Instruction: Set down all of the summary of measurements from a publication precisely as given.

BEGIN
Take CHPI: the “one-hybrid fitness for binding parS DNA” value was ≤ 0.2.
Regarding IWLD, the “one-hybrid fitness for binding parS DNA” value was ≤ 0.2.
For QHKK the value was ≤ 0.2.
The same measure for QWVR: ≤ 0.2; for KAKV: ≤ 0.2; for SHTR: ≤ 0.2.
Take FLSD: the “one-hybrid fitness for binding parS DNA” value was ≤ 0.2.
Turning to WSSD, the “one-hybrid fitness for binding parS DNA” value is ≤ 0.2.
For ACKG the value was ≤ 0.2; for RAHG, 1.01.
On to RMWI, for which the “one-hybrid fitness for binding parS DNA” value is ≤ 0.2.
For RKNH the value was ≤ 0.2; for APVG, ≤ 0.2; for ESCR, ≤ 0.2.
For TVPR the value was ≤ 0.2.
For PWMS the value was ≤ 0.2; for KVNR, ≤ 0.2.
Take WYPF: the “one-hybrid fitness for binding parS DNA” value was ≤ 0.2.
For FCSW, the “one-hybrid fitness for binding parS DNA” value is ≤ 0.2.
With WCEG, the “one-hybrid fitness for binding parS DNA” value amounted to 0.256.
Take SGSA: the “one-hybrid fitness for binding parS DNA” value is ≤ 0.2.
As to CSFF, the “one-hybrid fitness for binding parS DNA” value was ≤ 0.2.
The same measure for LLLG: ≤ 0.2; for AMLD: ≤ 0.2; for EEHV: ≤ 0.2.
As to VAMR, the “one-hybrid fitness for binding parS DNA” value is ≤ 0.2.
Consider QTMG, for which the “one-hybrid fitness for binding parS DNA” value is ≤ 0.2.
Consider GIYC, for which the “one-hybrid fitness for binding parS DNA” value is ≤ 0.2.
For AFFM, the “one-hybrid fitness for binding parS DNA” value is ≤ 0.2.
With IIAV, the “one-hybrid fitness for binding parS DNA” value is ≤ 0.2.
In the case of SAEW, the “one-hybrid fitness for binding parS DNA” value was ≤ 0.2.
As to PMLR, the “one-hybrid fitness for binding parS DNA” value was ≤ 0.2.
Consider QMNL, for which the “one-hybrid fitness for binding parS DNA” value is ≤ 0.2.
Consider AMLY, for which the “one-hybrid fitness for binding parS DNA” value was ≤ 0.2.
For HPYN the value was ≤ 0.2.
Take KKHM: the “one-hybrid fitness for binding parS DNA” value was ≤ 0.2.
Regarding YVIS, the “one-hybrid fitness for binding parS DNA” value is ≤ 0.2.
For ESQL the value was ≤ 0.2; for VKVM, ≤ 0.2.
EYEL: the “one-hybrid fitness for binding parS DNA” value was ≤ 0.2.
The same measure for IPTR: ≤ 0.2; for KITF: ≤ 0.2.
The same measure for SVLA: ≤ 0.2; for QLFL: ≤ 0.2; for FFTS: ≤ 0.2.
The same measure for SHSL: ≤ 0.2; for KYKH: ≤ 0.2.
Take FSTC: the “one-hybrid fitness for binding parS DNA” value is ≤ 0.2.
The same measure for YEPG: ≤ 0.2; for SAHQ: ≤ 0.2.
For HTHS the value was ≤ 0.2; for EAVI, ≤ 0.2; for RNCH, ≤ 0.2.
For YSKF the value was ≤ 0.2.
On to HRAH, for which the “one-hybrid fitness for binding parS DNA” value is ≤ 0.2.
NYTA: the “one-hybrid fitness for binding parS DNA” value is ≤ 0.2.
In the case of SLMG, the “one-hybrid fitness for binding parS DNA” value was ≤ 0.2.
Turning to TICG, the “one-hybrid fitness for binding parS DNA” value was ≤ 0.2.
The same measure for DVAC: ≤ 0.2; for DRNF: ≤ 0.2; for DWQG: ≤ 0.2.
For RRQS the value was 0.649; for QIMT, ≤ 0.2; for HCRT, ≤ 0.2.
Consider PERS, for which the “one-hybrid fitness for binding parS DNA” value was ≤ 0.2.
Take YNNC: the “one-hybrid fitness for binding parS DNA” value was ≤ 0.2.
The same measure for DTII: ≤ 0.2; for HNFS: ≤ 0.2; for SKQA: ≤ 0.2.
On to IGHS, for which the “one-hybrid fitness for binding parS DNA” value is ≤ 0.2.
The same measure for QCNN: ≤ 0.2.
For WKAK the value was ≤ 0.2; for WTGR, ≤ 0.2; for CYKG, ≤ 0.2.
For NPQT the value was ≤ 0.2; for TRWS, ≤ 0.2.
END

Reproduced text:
Take CHPI: the “one-hybrid fitness for binding parS DNA” value was ≤ 0.2.
Regarding IWLD, the “one-hybrid fitness for binding parS DNA” value was ≤ 0.2.
For QHKK the value was ≤ 0.2.
The same measure for QWVR: ≤ 0.2; for KAKV: ≤ 0.2; for SHTR: ≤ 0.2.
Take FLSD: the “one-hybrid fitness for binding parS DNA” value was ≤ 0.2.
Turning to WSSD, the “one-hybrid fitness for binding parS DNA” value is ≤ 0.2.
For ACKG the value was ≤ 0.2; for RAHG, 1.01.
On to RMWI, for which the “one-hybrid fitness for binding parS DNA” value is ≤ 0.2.
For RKNH the value was ≤ 0.2; for APVG, ≤ 0.2; for ESCR, ≤ 0.2.
For TVPR the value was ≤ 0.2.
For PWMS the value was ≤ 0.2; for KVNR, ≤ 0.2.
Take WYPF: the “one-hybrid fitness for binding parS DNA” value was ≤ 0.2.
For FCSW, the “one-hybrid fitness for binding parS DNA” value is ≤ 0.2.
With WCEG, the “one-hybrid fitness for binding parS DNA” value amounted to 0.256.
Take SGSA: the “one-hybrid fitness for binding parS DNA” value is ≤ 0.2.
As to CSFF, the “one-hybrid fitness for binding parS DNA” value was ≤ 0.2.
The same measure for LLLG: ≤ 0.2; for AMLD: ≤ 0.2; for EEHV: ≤ 0.2.
As to VAMR, the “one-hybrid fitness for binding parS DNA” value is ≤ 0.2.
Consider QTMG, for which the “one-hybrid fitness for binding parS DNA” value is ≤ 0.2.
Consider GIYC, for which the “one-hybrid fitness for binding parS DNA” value is ≤ 0.2.
For AFFM, the “one-hybrid fitness for binding parS DNA” value is ≤ 0.2.
With IIAV, the “one-hybrid fitness for binding parS DNA” value is ≤ 0.2.
In the case of SAEW, the “one-hybrid fitness for binding parS DNA” value was ≤ 0.2.
As to PMLR, the “one-hybrid fitness for binding parS DNA” value was ≤ 0.2.
Consider QMNL, for which the “one-hybrid fitness for binding parS DNA” value is ≤ 0.2.
Consider AMLY, for which the “one-hybrid fitness for binding parS DNA” value was ≤ 0.2.
For HPYN the value was ≤ 0.2.
Take KKHM: the “one-hybrid fitness for binding parS DNA” value was ≤ 0.2.
Regarding YVIS, the “one-hybrid fitness for binding parS DNA” value is ≤ 0.2.
For ESQL the value was ≤ 0.2; for VKVM, ≤ 0.2.
EYEL: the “one-hybrid fitness for binding parS DNA” value was ≤ 0.2.
The same measure for IPTR: ≤ 0.2; for KITF: ≤ 0.2.
The same measure for SVLA: ≤ 0.2; for QLFL: ≤ 0.2; for FFTS: ≤ 0.2.
The same measure for SHSL: ≤ 0.2; for KYKH: ≤ 0.2.
Take FSTC: the “one-hybrid fitness for binding parS DNA” value is ≤ 0.2.
The same measure for YEPG: ≤ 0.2; for SAHQ: ≤ 0.2.
For HTHS the value was ≤ 0.2; for EAVI, ≤ 0.2; for RNCH, ≤ 0.2.
For YSKF the value was ≤ 0.2.
On to HRAH, for which the “one-hybrid fitness for binding parS DNA” value is ≤ 0.2.
NYTA: the “one-hybrid fitness for binding parS DNA” value is ≤ 0.2.
In the case of SLMG, the “one-hybrid fitness for binding parS DNA” value was ≤ 0.2.
Turning to TICG, the “one-hybrid fitness for binding parS DNA” value was ≤ 0.2.
The same measure for DVAC: ≤ 0.2; for DRNF: ≤ 0.2; for DWQG: ≤ 0.2.
For RRQS the value was 0.649; for QIMT, ≤ 0.2; for HCRT, ≤ 0.2.
Consider PERS, for which the “one-hybrid fitness for binding parS DNA” value was ≤ 0.2.
Take YNNC: the “one-hybrid fitness for binding parS DNA” value was ≤ 0.2.
The same measure for DTII: ≤ 0.2; for HNFS: ≤ 0.2; for SKQA: ≤ 0.2.
On to IGHS, for which the “one-hybrid fitness for binding parS DNA” value is ≤ 0.2.
The same measure for QCNN: ≤ 0.2.
For WKAK the value was ≤ 0.2; for WTGR, ≤ 0.2; for CYKG, ≤ 0.2.
For NPQT the value was ≤ 0.2; for TRWS, ≤ 0.2.